psicover

The conditions were perfect for drawing a spirit: the pomegranate tree stood for forty years at the top of the hill, overlooking the wadi and its village far, far below. It waved its branches, peerless and heavy with fruits. Long winding strands of fabric entwined every inch of bark. The constant blowing of the wind through these prayer ribbons swelled the reservoir of barakah— of holiness. Nearby stood the desolate ruins of empires past, the signs of their unique character worn by time so that only a rounded column drum now remained. Its white surface was crossed by a red thread tied there by villagers seeking to grow round, like the stone; a form of sympathetic magic. With so many favourable circumstances, no one was surprised that lights danced in that tree, the sounds of chanting in the distance could be heard during feasts and the high holy days.

That night the sky was clear and dark, pierced by thousands of lights. In the stillness at the top of the hill thunder rolled with no one to hear it, the sound coming not from the sky but the earth. The solid ground beneath the pomegranate tree split, opened a gash in the land. A reddish glare threw vivid colour onto the tree as a figure emerged from the pit. They swing up their legs and stood beside the tree as the earth churned, sealing up the crevasse.

The figure—a djinn—looked up into the light of the moon as it shone down from inside the tree’s branches, as if it were held there tenderly. It illuminated her face: dark, round, and framed by long thick braids secured into a crown. She was stately, patient as she sat herself on the column drum.

She was silent for a long moment, just allowing the warm light of that moon to bathe her. She arranged her long embroidered robes, black and red so dark it looked purple in the darkness. In time, she looked up from under her dark lashes, raising her hand to shield her eyes. “You’re bright tonight,” she said, a smile playing on her lips. “I can barely look at you like this. Do you think you can dim for Muneera, O Moon? Maybe a cloud will take pity. But it’s a clear night.” She hugged her knees to her chest, drawing herself up as she sat on the column drum.

Her face half-hidden, she poured out words that filled that remote place with longing, the heartaches of a djinn: one of the hidden daughters of Eve, exiled from the light of the sun, lacking love. To the moon she gave all of her confidences, secrets, aches.

Night after night, the djinn returned and spoke to her silent watcher in the Heavens. “There is no one for me, not in the world below or the world above. The knowledge I’ve gleaned through the centuries is not comforting me, and I grow ever more restless, with no one to turn to for warmth. Even just a listening ear… I’m glad that your branches are said to cure diseases of the mind, for I fear sometimes that I will fall into some extreme state if this goes on for much longer.

I know that as one of the Hidden Ones I shouldn’t expect to walk in the sun and have relationships with the women of the Earth. But what I know has little bearing on how I feel. And my feelings are opposed to what is reasonable.

Stories abound of djinn taking lovers from the world above, but who ever heard of a woman who became a djinnieh’s lover? Besides, I don’t want to dominate and lure a victim who will lose their will and break their mind to bind them to me, as the djinn do their human lovers. I want a companion, that’s all.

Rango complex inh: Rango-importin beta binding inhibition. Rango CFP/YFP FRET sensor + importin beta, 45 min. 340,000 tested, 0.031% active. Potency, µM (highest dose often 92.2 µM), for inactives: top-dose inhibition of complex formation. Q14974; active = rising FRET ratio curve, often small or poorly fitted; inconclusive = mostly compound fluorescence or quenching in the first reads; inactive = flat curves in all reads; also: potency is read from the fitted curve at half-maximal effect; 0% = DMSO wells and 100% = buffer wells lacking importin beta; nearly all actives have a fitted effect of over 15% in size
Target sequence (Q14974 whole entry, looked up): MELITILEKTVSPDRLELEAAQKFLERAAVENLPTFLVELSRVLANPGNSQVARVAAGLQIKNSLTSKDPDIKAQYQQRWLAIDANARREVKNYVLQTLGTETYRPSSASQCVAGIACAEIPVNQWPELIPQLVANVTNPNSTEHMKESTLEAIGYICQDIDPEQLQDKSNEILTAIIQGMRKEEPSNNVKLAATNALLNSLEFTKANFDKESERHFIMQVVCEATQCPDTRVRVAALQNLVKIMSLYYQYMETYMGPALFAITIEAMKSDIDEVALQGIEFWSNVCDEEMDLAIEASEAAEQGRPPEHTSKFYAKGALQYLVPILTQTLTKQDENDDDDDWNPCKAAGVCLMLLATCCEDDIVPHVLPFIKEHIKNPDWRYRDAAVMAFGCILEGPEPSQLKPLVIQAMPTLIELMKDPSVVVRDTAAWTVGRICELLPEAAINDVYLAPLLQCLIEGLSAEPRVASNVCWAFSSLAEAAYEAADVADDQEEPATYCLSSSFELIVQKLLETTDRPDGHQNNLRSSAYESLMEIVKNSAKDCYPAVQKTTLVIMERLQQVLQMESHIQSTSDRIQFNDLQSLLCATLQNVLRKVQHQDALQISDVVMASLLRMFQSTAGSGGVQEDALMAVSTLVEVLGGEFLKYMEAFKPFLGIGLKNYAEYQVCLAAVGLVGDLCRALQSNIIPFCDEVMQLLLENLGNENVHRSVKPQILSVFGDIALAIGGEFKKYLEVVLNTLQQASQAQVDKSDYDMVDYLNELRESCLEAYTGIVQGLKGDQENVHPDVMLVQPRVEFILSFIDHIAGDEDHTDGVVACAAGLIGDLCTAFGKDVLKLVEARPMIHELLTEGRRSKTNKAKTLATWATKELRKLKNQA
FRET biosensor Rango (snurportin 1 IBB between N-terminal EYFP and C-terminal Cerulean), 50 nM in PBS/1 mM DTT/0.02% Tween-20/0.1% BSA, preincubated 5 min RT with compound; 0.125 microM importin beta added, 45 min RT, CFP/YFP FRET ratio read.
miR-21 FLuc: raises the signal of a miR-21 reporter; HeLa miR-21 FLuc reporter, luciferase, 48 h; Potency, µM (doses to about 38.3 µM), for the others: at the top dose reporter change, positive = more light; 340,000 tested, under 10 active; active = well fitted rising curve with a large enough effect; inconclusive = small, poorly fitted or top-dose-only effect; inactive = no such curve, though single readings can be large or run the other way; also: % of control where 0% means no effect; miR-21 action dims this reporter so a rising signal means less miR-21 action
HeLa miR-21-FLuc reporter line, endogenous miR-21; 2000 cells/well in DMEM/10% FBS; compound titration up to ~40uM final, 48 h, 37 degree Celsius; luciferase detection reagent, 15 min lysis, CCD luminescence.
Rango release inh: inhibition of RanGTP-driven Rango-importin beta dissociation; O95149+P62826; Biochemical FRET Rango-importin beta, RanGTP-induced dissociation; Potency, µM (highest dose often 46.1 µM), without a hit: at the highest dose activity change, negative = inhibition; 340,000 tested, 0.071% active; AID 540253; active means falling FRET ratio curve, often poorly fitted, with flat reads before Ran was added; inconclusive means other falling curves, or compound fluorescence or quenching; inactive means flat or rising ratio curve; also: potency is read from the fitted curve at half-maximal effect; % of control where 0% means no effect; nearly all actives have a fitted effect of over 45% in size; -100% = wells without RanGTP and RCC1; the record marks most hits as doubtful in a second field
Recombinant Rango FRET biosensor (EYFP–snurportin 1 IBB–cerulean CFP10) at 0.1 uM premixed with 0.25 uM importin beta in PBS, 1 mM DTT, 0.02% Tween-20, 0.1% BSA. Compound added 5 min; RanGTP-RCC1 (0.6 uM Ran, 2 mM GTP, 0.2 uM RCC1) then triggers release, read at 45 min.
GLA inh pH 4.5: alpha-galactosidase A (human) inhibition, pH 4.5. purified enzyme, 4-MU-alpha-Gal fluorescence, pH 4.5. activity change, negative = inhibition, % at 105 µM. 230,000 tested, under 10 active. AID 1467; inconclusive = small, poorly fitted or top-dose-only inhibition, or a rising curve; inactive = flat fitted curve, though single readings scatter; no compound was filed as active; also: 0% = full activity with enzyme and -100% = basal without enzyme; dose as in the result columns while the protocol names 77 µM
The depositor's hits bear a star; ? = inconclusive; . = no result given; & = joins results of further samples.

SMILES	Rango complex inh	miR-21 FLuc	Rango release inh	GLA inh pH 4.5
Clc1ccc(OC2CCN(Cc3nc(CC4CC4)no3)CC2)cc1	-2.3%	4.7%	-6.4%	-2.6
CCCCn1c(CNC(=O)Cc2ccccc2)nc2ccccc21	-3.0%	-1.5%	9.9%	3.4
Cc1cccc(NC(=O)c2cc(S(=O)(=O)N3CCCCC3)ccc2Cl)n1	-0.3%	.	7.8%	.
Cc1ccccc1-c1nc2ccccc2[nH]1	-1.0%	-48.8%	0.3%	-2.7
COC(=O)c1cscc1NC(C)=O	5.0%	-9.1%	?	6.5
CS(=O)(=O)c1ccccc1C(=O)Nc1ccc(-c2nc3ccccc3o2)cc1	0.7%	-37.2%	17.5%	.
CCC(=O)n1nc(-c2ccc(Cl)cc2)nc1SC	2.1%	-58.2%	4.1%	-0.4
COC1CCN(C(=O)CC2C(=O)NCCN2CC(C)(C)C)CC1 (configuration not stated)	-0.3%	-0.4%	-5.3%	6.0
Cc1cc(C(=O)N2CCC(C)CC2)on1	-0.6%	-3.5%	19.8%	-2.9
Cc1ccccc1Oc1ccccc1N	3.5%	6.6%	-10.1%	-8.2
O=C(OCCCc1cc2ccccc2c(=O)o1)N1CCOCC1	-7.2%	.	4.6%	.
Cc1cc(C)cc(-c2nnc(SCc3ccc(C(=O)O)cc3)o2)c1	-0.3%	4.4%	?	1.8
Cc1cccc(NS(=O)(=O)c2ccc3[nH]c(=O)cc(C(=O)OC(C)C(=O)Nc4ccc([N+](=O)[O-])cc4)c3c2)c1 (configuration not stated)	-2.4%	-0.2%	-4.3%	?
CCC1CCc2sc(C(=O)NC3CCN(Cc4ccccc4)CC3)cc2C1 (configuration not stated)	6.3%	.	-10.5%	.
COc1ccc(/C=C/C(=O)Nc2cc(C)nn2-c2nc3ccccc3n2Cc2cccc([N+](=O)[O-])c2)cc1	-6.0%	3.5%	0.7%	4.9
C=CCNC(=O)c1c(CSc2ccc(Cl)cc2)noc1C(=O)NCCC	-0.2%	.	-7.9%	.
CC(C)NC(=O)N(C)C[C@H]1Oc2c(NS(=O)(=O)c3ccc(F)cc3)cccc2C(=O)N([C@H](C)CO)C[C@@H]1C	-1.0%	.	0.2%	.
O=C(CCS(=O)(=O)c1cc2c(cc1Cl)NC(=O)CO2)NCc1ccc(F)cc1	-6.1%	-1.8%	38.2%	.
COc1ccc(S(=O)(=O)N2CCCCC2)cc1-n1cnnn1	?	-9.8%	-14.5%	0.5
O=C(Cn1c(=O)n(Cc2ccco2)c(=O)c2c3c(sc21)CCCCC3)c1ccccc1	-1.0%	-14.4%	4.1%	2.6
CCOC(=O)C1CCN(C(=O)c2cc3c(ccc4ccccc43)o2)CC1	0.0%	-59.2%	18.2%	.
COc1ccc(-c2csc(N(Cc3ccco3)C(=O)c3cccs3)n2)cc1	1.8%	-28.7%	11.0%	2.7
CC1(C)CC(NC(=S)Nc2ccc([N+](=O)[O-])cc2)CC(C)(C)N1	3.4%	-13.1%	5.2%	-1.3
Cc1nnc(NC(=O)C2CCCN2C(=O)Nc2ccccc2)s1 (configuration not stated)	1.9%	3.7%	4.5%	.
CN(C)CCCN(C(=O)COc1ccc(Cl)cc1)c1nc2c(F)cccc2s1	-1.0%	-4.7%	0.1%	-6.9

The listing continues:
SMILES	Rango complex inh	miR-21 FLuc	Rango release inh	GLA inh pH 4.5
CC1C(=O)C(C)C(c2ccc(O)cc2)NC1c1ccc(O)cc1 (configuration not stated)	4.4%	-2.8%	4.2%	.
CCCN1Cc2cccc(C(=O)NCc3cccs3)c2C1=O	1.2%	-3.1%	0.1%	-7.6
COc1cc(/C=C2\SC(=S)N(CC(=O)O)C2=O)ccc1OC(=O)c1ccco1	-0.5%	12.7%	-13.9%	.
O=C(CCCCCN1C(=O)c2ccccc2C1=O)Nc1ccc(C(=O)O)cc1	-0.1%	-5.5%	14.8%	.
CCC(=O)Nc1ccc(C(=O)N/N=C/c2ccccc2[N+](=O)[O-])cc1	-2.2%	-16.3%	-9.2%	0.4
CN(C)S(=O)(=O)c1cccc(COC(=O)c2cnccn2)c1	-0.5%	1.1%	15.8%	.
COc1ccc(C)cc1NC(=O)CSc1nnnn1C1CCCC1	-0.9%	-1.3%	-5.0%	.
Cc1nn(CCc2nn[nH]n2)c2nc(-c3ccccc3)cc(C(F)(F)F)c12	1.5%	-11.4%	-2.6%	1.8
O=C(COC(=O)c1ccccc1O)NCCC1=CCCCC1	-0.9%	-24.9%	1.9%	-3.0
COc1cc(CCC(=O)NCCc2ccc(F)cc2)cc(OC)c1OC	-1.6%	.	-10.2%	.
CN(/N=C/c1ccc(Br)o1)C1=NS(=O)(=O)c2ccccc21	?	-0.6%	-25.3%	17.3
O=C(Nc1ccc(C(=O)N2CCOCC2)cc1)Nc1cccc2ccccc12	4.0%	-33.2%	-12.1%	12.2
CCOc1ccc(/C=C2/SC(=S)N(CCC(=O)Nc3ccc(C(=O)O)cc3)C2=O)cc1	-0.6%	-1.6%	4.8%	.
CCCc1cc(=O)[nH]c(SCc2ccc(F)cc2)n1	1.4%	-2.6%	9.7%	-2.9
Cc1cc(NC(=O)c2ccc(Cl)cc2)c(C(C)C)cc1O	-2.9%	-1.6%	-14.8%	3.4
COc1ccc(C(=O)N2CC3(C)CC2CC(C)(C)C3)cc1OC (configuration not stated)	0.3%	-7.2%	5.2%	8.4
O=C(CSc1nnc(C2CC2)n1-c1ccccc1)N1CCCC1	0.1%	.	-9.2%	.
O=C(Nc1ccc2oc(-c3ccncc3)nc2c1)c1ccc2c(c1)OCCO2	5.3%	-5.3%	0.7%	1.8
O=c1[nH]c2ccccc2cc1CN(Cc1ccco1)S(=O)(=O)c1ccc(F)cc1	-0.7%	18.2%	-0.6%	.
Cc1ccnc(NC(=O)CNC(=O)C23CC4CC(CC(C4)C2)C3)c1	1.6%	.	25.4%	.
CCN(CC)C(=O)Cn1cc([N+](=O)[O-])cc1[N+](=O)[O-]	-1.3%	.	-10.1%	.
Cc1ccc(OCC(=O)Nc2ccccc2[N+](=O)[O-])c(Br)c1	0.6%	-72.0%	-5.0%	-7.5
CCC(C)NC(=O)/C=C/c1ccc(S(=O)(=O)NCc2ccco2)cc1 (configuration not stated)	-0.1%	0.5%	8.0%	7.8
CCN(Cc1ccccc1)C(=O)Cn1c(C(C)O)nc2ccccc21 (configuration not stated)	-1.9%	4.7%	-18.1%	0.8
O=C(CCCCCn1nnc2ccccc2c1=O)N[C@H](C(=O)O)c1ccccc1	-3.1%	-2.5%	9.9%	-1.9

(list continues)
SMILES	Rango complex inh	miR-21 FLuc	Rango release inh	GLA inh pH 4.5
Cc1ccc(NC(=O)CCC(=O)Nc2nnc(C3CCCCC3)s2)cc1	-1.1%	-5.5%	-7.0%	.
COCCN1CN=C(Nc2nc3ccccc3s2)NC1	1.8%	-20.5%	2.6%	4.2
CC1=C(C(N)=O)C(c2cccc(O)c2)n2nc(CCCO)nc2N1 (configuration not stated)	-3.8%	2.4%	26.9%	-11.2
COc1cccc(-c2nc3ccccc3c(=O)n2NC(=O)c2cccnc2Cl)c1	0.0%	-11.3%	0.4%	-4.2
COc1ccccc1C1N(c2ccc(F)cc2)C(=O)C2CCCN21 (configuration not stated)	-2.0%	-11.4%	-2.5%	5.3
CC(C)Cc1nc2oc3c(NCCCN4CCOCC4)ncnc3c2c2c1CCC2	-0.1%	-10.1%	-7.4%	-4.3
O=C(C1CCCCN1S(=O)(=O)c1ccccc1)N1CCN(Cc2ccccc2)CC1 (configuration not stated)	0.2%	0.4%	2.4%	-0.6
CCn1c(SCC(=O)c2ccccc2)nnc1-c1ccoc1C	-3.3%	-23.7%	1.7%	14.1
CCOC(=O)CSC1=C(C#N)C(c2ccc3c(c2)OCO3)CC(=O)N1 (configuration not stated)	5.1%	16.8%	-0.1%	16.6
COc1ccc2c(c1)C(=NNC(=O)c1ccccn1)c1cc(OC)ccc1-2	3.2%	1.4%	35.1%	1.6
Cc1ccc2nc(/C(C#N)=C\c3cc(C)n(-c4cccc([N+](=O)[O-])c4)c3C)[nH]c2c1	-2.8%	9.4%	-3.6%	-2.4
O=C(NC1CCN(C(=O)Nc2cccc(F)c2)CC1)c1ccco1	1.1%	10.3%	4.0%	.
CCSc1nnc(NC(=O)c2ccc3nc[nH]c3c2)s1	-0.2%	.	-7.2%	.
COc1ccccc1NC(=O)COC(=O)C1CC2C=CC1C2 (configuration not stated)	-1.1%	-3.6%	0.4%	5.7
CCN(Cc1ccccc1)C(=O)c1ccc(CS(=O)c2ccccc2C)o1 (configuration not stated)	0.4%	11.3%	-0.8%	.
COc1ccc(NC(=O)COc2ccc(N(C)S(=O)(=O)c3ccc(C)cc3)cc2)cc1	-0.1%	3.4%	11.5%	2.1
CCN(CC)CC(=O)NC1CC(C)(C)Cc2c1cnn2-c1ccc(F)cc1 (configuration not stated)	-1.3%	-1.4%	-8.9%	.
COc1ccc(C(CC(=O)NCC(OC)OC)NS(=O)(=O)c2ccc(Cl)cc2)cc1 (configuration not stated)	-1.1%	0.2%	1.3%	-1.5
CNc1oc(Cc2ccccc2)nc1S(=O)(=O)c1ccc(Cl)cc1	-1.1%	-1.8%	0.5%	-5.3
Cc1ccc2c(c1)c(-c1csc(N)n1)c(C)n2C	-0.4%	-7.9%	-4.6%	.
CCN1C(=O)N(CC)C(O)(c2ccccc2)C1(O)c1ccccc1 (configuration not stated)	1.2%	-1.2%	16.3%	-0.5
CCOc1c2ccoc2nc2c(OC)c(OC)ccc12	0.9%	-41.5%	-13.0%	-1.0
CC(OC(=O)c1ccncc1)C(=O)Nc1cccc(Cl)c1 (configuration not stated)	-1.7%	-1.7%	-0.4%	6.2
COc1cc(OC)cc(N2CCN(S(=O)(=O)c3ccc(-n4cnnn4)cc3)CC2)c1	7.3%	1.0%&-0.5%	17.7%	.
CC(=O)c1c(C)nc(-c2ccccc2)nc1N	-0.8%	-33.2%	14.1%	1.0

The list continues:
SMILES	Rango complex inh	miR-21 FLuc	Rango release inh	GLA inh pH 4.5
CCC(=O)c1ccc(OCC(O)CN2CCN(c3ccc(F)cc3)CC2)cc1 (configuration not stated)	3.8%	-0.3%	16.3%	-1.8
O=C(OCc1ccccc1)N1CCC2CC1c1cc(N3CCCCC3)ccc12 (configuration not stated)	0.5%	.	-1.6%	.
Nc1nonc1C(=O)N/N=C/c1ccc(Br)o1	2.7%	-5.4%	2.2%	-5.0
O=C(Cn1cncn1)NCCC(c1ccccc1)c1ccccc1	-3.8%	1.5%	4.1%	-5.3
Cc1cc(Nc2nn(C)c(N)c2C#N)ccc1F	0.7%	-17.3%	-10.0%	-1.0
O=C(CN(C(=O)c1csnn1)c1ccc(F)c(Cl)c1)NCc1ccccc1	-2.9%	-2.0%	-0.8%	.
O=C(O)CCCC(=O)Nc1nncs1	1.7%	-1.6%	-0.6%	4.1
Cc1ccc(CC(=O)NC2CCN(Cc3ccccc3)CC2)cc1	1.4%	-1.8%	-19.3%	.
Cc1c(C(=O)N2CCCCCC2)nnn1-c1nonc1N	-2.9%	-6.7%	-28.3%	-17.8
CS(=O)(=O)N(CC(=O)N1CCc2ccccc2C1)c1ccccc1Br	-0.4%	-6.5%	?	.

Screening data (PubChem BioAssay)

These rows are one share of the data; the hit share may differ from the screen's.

Who ever heard of a more pathetic scene? Let me ask you… if a djinn like me can feel and confess such things, is there anyone—anyone at all—who would listen? I mean really listen…” she added forcefully.

“But I am listening,” said the Moon, her voice soft.

Muneera staggered to her feet.

“If you need someone to listen, I’m here,” continued the voice.

The djinn tried to force herself to look up into that light she had taken for the moon. Having failed, she reached into her robes and withdrew a talisman, a small silver casket from which she drew out a slip of paper. Frowning, she held it up between her and the moon. The script on the slip of paper faintly glowed, as if gilded.

“Undead,” said Muneera, her tone guarded. “I don’t make a habit of talking to ghosts and ghouls. So, which is it: ghost or ghoul?” Muneera flicked her hand and a scimitar appeared, snow white, covered in holy sigils and numerological formulae. She got down from the column drum and circled the tree warily. “Just what is your game, anyway?”

The light of the moon wavered, it dimmed as it descended from the tree. A figure appeared from the haze of glittering light shafts as they fell through the branches. She walked in creamy robes, hints of red around her hems. In her hand was a short sword, quite plain. The nimbus of light surrounding her faded somewhat as she walked forward. She stood and looked up at Muneera.

“I was only listening—”

“Well, I’ve done enough talking!” cried Muneera igniting her blade, intoning killing intent into it. She waited, coiled and renewed in her purpose. The nimbus around this ghost’s head, which she had mistaken for the moon, still outshone the real moon which hovered dim and high in the sky. Muneera lunged, trusting down into the figure. She spun away from her, as expected. Muneera recovered to change direction.

The flames of her sword lit up a face in the nimbus. At first, she caught only a glimpse of a smirk. Coral lips turned up—it was not an unkind face. She darted her blade more and more toward that face. Glance by glance, a picture formed. They were beautiful, and incredibly strong. She wasn’t playing around with her strikes. Usually, her bouts end before the third blow is dealt, but this battle went on and on. She felt her stamina draining, and the ghost kept evading, kept absorbing the force of her attacks.